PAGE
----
Systemic racism

Ottawa mayor accuses Desmond Cole of ‘name calling’ over Abdi case

Analysis of columnist’s tweets does not support allegations
Photo: Emily Plunkett

In late July a 37-year-old Somali immigrant named Abdirahman Abdi was beaten in front of his own home by Ottawa police officers, leading to his death. Much outrage has been directed towards Ottawa police and that city’s government over the past month. Sadly, Mayor Jim Watson has not responded well to the criticism.

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Over the weekend, the Ottawa mayor blocked prominent Toronto Star columnist, radio host and civil rights advocate Desmond Cole from interacting with him on Twitter. According to the mayor, Cole had been “personally insulting” and engaged in “name calling.”

Cole described the allegations as “lies” on Twitter, arguing that the mayor was hoping no one would investigate his claims, and described Watson's behaviour as “calculated and meant to deceive.”

According to a tweet from Cole, Watson blocked him at some point over the last several days. Cole also pointed out that his tweets are all public and anyone can review them.

Ricochet reviewed Cole’s Twitter timeline back to July 25, when news of Abdi’s death broke, and were unable to find any examples of personal insults or name calling. What we found was criticism of the mayor for remaining silent in the days following the shooting, and pointed criticism of how his city handles issues of racism and police violence. Cole’s tweets were within the bounds of fair comment, addressed to the substance of the mayor’s job performance and about as mean as pundits often are to mayors and legislators across this country.

In short, pointed criticism of politicians is in the job description for columnists and radio hosts like Cole.

Outrage isn’t a personal attack

Here’s Cole’s first mention of Watson after the shooting. He sent several tweets criticizing the mayor for his initial silence over several days. The mayor had tweeted that he was on vacation.

Cole brought up Watson again on July 29, criticizing his belated statement on the death.

On August 25, Cole tweeted this:

Blocking those who use ‘vulgar and rude language’

This morning, Watson responded to criticism of him for blocking Cole and others on Twitter by explaining that he only blocks “those who use vulgar and rude language.”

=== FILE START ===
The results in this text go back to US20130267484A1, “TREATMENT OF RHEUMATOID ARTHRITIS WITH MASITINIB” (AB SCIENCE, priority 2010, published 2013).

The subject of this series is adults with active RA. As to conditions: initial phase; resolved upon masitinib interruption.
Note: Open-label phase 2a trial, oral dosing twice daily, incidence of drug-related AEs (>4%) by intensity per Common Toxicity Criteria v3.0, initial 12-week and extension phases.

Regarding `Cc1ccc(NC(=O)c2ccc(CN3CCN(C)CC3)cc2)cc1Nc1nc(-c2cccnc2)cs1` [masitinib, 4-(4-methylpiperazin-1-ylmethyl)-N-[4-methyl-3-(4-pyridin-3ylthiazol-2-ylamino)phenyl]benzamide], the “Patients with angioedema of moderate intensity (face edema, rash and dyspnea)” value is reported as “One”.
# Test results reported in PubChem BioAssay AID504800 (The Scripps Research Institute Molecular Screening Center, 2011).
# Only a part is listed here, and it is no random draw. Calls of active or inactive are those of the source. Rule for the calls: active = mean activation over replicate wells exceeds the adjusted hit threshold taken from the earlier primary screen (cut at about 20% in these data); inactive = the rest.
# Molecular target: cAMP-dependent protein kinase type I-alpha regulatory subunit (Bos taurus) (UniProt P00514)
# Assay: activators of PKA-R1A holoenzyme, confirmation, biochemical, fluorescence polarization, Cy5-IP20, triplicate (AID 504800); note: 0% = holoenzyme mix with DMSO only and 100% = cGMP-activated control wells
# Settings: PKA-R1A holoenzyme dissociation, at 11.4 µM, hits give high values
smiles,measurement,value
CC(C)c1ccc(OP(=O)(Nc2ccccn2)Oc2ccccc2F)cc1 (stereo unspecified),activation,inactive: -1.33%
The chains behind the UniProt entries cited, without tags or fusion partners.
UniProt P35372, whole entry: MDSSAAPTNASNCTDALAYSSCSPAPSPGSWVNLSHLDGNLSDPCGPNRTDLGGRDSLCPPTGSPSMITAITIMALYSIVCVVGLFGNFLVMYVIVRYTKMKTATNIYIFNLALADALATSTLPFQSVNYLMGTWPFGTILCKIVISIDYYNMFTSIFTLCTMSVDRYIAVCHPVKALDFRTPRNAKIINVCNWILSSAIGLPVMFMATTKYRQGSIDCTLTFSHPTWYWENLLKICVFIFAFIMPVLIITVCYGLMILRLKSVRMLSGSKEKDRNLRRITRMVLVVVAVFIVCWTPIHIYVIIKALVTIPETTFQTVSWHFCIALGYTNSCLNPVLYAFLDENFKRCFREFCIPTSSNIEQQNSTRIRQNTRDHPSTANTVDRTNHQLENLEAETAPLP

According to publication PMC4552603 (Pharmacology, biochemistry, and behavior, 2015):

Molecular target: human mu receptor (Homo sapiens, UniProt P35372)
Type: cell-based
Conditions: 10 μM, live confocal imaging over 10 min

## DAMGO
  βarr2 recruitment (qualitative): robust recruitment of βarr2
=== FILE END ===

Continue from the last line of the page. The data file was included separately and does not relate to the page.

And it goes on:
Cole returns fire

Also this morning, and after he was blocked by Watson, Cole tweeted some more criticism of the mayor and his choice to block him on Twitter.

One could argue “poor baby” is a personal insult, but it occurred in response to the block, not prior to it. Cole went on to point out that Watson had declined to provide examples of the vulgar and rude language he accused Cole of employing.

Watson doubles down

A few hours ago Watson doubled down, repeating the allegation of “name calling.” Despite several instances of harsh criticism, Ricochet has been unable to find any examples of Cole calling the mayor names on Twitter dating back to July 25, aside from “poor baby” after he was blocked.

So do words like “disgraceful,” and criticism of how long an elected official takes to respond to a police shooting qualify as “personal insults” and “name calling?”

Has Watson’s job performance ever been critiqued as “disgraceful” by other pundits and radio hosts? Have they been blocked?

Politicians like to use Twitter because, among other reasons, they hope it will make them appear more responsive to the concerns of residents they represent. However, while mayors like Naheed Nenshi of Calgary and Denis Coderre of Montreal have been lauded for their use of the platform, others struggle to avoid putting their foot in it when they engage on social media.

Watson is correct that he has every legal right to block whomever he likes on Twitter, just as the people of Ottawa have every right to vote for whomever they choose in the next municipal election. But in the court of public opinion, making questionable allegations against a public figure of Cole’s stature when he criticizes you over an issue of concern to many residents seems like poor politics.

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